Thursday, December 5, 2019
By RASHAD ROLLE
Tribune Staff Reporter
PILOTS seeking access to restricted areas of airports will have to display a valid identification badge to gain entry, Tourism and Aviation Minister Dionisio D’Aguilar said yesterday in the House of Assembly.
This is one of the Bahamas Civil Aviation Authority’s (BCAA) measures to clamp down on the problem of unlicensed pilots, also known as “hackers”, performing commercial flights.
“Right now any pilot can jump on the ramp and go where they want that to go,” he said. “That’s a major contributing factor for a number of the accidents we have had.”
To receive a badge, pilots will have to meet all legal requirements, including having necessary medical and professional certifications.
Mr D’Aguilar made his comments during debate yesterday on the Aircraft Accident Investigation Authority and Regulations Bill. The Bill would make the authority independent of the BCAA as required by the International Civil Aviation convention to which this country is a signatory.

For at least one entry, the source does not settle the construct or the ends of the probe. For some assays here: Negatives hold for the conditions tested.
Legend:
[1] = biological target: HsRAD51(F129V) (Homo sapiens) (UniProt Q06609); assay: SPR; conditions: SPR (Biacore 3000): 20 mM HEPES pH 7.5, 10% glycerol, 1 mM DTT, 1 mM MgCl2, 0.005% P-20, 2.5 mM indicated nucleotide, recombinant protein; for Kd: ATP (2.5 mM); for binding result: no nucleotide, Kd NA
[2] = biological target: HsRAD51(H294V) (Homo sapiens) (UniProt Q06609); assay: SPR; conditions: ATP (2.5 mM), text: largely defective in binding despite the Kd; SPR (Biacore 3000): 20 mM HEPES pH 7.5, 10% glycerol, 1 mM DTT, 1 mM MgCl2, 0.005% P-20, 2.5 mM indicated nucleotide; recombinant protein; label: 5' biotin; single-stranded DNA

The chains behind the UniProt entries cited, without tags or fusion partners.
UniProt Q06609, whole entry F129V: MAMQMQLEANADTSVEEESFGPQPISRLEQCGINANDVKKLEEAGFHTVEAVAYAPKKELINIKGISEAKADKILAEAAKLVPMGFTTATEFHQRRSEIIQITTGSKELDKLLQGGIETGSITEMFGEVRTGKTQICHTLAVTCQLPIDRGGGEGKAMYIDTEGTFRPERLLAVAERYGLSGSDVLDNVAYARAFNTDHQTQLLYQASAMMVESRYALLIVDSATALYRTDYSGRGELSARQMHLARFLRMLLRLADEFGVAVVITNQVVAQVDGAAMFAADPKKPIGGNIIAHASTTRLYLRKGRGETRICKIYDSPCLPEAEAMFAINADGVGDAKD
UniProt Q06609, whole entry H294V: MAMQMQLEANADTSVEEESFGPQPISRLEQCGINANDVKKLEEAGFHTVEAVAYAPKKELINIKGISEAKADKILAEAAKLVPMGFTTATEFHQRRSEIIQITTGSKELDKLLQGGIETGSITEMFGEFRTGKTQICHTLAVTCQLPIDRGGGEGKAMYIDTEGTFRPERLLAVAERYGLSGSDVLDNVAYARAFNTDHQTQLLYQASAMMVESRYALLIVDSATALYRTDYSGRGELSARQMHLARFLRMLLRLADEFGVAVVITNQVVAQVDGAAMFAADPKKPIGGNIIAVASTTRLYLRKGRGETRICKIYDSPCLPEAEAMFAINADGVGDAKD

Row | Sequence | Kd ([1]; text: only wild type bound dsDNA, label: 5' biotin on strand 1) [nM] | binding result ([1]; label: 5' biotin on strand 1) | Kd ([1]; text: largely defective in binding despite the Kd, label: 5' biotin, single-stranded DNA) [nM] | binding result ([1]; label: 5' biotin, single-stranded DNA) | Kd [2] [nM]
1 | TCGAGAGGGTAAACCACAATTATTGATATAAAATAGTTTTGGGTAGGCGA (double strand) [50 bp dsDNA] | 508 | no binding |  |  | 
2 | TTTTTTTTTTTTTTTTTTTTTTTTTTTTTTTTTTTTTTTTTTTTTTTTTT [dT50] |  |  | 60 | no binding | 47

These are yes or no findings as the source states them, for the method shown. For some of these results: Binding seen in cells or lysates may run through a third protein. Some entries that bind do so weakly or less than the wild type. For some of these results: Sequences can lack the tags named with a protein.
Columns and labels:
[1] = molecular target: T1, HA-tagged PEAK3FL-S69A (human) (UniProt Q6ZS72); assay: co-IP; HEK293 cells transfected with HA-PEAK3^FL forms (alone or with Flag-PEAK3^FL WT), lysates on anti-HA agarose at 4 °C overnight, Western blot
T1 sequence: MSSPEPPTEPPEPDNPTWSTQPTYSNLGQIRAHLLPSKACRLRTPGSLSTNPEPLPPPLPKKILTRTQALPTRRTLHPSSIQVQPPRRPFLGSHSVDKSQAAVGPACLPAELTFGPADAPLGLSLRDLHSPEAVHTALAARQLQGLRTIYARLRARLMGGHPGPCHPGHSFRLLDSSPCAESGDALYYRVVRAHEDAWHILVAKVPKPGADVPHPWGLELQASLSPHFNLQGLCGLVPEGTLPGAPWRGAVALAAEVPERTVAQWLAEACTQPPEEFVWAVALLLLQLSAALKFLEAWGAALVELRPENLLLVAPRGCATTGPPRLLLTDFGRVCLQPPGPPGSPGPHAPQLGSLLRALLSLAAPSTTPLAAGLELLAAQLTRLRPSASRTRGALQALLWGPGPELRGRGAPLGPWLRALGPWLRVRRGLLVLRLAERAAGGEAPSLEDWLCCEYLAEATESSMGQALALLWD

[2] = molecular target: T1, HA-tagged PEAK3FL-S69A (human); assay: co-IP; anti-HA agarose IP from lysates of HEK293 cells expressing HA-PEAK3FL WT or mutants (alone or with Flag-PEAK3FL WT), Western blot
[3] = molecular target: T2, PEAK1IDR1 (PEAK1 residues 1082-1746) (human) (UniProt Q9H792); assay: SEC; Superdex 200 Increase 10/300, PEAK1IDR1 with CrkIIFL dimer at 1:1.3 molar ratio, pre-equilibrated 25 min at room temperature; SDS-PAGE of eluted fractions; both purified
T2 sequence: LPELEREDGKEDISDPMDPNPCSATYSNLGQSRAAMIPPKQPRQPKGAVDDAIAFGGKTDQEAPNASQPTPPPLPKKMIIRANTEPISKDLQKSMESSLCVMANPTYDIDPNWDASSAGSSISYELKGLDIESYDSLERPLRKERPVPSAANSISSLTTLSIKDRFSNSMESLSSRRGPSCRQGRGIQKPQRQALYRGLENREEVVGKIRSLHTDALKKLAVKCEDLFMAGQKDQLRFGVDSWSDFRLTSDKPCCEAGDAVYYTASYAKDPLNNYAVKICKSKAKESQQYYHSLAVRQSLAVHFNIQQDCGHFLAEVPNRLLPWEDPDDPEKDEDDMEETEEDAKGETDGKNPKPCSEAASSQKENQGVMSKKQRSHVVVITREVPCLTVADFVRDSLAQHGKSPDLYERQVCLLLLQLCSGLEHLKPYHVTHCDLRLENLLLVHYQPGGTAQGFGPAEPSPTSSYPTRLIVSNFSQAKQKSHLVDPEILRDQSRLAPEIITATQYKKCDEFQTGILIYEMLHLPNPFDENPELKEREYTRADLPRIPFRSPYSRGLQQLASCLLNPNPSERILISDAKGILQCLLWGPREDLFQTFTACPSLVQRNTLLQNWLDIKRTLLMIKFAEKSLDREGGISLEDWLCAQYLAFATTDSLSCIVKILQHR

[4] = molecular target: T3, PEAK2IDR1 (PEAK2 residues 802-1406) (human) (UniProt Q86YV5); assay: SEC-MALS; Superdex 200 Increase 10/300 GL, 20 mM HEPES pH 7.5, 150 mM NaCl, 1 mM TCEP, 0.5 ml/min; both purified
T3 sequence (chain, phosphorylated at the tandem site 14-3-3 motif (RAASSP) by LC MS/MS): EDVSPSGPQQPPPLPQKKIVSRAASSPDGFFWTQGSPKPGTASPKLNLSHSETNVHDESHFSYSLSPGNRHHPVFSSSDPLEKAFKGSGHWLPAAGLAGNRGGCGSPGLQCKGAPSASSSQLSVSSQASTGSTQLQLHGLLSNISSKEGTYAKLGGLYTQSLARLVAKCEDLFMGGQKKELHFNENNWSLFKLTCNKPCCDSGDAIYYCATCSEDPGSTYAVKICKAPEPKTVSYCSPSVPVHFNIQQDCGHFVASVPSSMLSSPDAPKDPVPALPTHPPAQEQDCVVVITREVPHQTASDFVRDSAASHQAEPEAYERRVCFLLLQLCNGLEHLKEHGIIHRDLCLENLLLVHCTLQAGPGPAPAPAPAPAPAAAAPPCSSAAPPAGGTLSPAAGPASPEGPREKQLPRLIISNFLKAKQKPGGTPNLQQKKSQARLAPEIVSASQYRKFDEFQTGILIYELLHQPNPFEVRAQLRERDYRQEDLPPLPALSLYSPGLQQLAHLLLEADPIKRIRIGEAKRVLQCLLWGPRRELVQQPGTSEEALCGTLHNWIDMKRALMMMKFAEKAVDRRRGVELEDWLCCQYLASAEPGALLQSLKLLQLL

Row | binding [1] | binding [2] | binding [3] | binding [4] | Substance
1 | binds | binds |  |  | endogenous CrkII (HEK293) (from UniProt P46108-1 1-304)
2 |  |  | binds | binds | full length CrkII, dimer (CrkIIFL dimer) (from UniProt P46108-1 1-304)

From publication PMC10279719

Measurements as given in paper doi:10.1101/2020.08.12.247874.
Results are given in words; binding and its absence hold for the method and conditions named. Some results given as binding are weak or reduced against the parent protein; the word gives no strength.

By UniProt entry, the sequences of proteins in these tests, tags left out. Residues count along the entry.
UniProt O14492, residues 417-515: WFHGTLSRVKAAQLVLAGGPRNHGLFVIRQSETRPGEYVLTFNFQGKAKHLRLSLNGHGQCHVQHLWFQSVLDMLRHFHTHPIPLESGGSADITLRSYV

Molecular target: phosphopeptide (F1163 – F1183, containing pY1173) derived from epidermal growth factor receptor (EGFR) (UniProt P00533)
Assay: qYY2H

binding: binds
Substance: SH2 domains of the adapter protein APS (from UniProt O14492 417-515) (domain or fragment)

The Bill, which passed the House of Assembly yesterday and will now head to the Senate, specifies how records received in the course of investigations must be protected. Among other things, it makes it illegal for a person to circulate, publish or give access to a draft investigation report or any document obtained during an investigation of an accident or incident.
Chester Cooper, opposition deputy leader, said he fears some of these considerations of confidentiality “might fly in the face of the Freedom of the Information Act, if ever enacted by this government.”
“The need for public awareness leading to public safety should outweigh the need to protect what those involved in the investigation believe should be kept secret,” he said.
The bill stresses that the findings of air accident investigators cannot be used in criminal proceedings. The role of air accident investigators is to ascertain the facts, not ascribe blame.
Englerston MP Glenys Hanna Martin and PLP leader Philip “Brave” Davis expressed concern about this, however, saying it may fly in the face of the emerging jurisprudence on the matter.
Nonetheless, the bill was passed yesterday evening with unanimous support of the governing and opposition parties.